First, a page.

VMware Site Recovery Manager (SRM 6.5) Part 1 – Overview

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VMware Site Recovery Manager (SRM 6.5) is a business continuity and disaster recovery solution that helps you to plan, test, and run the recovery of virtual machines between a protected vCenter Server site and a recovery vCenter Server site.

The protected site is your primary site where active production workloads are running and recovery site is the datacenter location where you want to move your production workloads in case of Disaster like natural calamities in your primary datacenter.

You can configure Site Recovery Manager to protect virtual machines in different ways.

Datastore groups Protect the virtual machines in datastore groups by using third-party disk replication mechanisms to configure array-based replication. Array-based replication surfaces replicated datastores to recover virtual machine workloads.
Individual virtual machines Protect the individual virtual machines on a host by using Site Recovery Manager in combination with VMware vSphere Replication.
Storage policies Protect virtual machines based on their association with specific storage policies. Protecting virtual machines by using storage policies requires array-based replication.

 

You can use Site Recovery Manager to implement different types of recovery from the protected site to the recovery site.

  • Planned migration The orderly evacuation of virtual machines from the protected site to the recovery site. Planned migration prevents data loss when migrating workloads in an orderly fashion. For planned migration to succeed, both sites must be running and fully functioning.
  • Disaster recovery Similar to planned migration except that disaster recovery does not require that both sites be up and running, for example, if the protected site goes offline unexpectedly.

As discussed, VMware SRM is mostly used with array-based replication software. You can also use VMware’s native replication, called VMware vSphere Replication.

vSphere Replication copies virtual machines from one host to another, using the power of the hosts involved rather than the storage system.

Below are the high-level steps to use Site Recovery Manager (SRM 6.5):

  • Deploy VMware Site Recovery Manager and vCenter Server environment on both the Protected and Recovery sites.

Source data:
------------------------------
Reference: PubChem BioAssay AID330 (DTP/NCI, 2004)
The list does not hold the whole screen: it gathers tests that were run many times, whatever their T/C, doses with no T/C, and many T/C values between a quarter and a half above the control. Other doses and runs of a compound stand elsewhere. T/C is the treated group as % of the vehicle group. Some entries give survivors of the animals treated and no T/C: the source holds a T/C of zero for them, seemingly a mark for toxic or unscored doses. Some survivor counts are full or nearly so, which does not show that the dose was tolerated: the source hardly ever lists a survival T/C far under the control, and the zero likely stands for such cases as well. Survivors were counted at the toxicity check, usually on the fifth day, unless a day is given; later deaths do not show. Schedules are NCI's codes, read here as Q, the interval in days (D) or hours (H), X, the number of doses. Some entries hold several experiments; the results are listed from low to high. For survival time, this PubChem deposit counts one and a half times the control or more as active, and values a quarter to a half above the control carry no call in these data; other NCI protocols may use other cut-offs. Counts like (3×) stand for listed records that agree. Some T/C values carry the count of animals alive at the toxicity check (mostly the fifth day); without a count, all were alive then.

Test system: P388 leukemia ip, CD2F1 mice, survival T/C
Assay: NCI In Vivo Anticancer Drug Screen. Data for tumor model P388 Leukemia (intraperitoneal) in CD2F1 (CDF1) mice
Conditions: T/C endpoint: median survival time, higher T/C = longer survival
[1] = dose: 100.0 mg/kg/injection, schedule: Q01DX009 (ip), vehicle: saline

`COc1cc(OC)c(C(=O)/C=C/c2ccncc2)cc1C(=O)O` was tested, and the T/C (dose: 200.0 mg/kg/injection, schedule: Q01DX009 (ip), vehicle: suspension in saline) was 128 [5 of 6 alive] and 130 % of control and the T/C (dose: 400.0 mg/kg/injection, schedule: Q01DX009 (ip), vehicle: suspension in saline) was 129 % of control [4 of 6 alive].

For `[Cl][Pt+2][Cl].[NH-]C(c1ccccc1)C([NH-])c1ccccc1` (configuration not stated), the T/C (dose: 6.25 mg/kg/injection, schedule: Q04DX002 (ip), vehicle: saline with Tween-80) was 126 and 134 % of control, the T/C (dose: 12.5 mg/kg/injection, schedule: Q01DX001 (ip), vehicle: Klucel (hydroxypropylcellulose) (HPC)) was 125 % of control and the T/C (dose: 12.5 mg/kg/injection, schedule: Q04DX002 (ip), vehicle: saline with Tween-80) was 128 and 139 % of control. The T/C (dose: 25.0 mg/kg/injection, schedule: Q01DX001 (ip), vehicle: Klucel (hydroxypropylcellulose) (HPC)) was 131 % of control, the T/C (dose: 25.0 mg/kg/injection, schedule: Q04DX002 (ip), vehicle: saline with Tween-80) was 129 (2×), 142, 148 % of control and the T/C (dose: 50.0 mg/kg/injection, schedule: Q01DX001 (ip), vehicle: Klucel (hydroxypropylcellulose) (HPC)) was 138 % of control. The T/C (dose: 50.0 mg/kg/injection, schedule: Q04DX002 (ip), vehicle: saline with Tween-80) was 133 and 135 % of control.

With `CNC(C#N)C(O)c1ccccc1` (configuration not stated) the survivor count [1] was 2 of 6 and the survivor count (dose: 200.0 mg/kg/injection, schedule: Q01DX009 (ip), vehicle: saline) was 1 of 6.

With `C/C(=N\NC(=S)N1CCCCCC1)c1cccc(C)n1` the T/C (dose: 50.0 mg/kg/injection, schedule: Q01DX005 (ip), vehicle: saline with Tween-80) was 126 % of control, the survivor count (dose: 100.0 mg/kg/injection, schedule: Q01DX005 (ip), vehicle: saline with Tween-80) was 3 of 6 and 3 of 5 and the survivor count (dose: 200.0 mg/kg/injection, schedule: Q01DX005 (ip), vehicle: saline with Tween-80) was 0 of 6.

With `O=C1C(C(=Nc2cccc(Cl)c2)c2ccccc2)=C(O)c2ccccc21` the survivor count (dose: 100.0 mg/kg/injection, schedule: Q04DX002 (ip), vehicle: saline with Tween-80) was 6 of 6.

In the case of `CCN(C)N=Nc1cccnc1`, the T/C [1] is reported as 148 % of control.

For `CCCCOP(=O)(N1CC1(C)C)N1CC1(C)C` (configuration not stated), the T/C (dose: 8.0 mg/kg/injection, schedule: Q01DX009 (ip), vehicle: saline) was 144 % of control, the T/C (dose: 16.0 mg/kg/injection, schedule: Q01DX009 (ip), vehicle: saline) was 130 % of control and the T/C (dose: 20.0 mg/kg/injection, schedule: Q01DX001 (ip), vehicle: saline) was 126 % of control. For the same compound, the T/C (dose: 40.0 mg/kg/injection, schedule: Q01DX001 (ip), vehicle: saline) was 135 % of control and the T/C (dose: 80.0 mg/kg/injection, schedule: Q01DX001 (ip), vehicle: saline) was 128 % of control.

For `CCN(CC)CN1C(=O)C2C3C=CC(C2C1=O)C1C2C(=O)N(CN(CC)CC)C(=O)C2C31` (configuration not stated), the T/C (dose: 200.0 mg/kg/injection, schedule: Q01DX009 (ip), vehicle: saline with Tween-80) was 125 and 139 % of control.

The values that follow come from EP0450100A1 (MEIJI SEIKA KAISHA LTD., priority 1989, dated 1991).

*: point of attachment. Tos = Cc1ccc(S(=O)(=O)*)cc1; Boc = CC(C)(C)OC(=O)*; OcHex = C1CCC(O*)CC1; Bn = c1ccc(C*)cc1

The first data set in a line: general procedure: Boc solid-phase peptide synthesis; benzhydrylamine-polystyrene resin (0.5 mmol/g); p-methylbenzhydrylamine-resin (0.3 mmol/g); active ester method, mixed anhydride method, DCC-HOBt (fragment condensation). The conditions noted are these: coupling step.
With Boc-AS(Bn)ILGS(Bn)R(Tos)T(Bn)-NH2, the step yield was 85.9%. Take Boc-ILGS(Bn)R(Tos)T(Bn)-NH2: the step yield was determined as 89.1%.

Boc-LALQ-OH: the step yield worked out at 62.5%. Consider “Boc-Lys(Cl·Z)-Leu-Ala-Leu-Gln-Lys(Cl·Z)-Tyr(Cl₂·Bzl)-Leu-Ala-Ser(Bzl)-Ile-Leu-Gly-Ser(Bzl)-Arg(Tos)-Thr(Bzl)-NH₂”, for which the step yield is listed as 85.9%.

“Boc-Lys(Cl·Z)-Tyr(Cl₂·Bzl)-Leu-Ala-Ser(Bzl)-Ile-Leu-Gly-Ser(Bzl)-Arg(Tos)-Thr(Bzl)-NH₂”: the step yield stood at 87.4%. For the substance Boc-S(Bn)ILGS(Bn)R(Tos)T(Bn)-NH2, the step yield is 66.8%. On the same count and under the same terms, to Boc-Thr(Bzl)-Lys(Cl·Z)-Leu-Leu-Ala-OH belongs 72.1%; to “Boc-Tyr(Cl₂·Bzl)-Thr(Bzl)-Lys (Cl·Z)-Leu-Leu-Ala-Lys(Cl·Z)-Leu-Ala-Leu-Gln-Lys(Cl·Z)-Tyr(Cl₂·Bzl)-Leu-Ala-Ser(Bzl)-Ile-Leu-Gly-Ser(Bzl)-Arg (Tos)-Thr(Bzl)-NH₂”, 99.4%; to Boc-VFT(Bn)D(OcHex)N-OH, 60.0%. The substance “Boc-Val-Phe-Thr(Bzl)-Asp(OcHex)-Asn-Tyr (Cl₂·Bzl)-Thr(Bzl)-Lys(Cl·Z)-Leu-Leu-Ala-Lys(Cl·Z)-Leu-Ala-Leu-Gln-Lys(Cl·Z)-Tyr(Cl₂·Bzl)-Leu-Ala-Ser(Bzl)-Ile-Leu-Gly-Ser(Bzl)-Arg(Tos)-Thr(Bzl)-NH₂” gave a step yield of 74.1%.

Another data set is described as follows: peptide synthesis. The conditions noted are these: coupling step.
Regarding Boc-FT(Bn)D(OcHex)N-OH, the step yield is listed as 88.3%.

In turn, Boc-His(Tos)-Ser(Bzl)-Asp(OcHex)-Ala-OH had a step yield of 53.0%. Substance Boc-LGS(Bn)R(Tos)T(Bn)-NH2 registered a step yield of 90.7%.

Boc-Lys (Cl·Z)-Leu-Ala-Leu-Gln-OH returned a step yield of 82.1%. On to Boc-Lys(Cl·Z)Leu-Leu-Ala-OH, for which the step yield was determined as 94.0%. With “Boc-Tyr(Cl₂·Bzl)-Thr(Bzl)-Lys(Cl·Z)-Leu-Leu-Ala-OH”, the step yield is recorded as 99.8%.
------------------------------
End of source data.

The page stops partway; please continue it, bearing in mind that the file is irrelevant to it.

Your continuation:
• Establish array-based replication between protected and recovery site using the storage vendors. You may also use vSphere Replication if array-based replication is not available.
  • Create disaster recovery plan in VMware SRM.
  • Use the recovery plans to perform tests or actual failover.

Components of VMware Site Recovery Manager (SRM 6.5) Architecture:

Below diagram explains the components used in the VMware Site Manager Architecture. I will explain them below:

VMware Site Recovery Manger (SRM 6.5) Part 1 - Overview

Note: You need to have the same version of vCenter and SRM installed on both protected and recovery site. SRM plug-in must be added to vSphere web client.

  • Storage Replication Adapter (SRA) -- If you are using array-based replication, you must install a Storage Replication Adapter (SRA) specific to each storage array that you use with Site Recovery Manager. An SRA is a program that an array vendor provides that enables Site Recovery Manager to work with a specific kind of array.
  • VR Appliance (vSphere Replication Appliance) –  vSphere Replication appliance is distributed as an OVF virtual appliance. You must deploy the appliance at both of the primary and secondary sites. VMware vSphere Replication is a hypervisor-based, asynchronous replication solution for vSphere virtual machines.
  • vSphere Replication Agent (vRA) Present on every vSphere host, it only becomes active when a protected VM is writing data.

In the next post, we will discuss the installation of the VMware Site Recovery Manager software on both the protected and recovery sites.

I hope this has been informative and thank you for reading!

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About Author

I am Adil Arif, working as a Senior Technical Support Engineer at Rubrik as well as an independent blogger and founder of Enterprise Daddy. In my current role, I am supporting infrastructure related to Windows and VMware datacenters.

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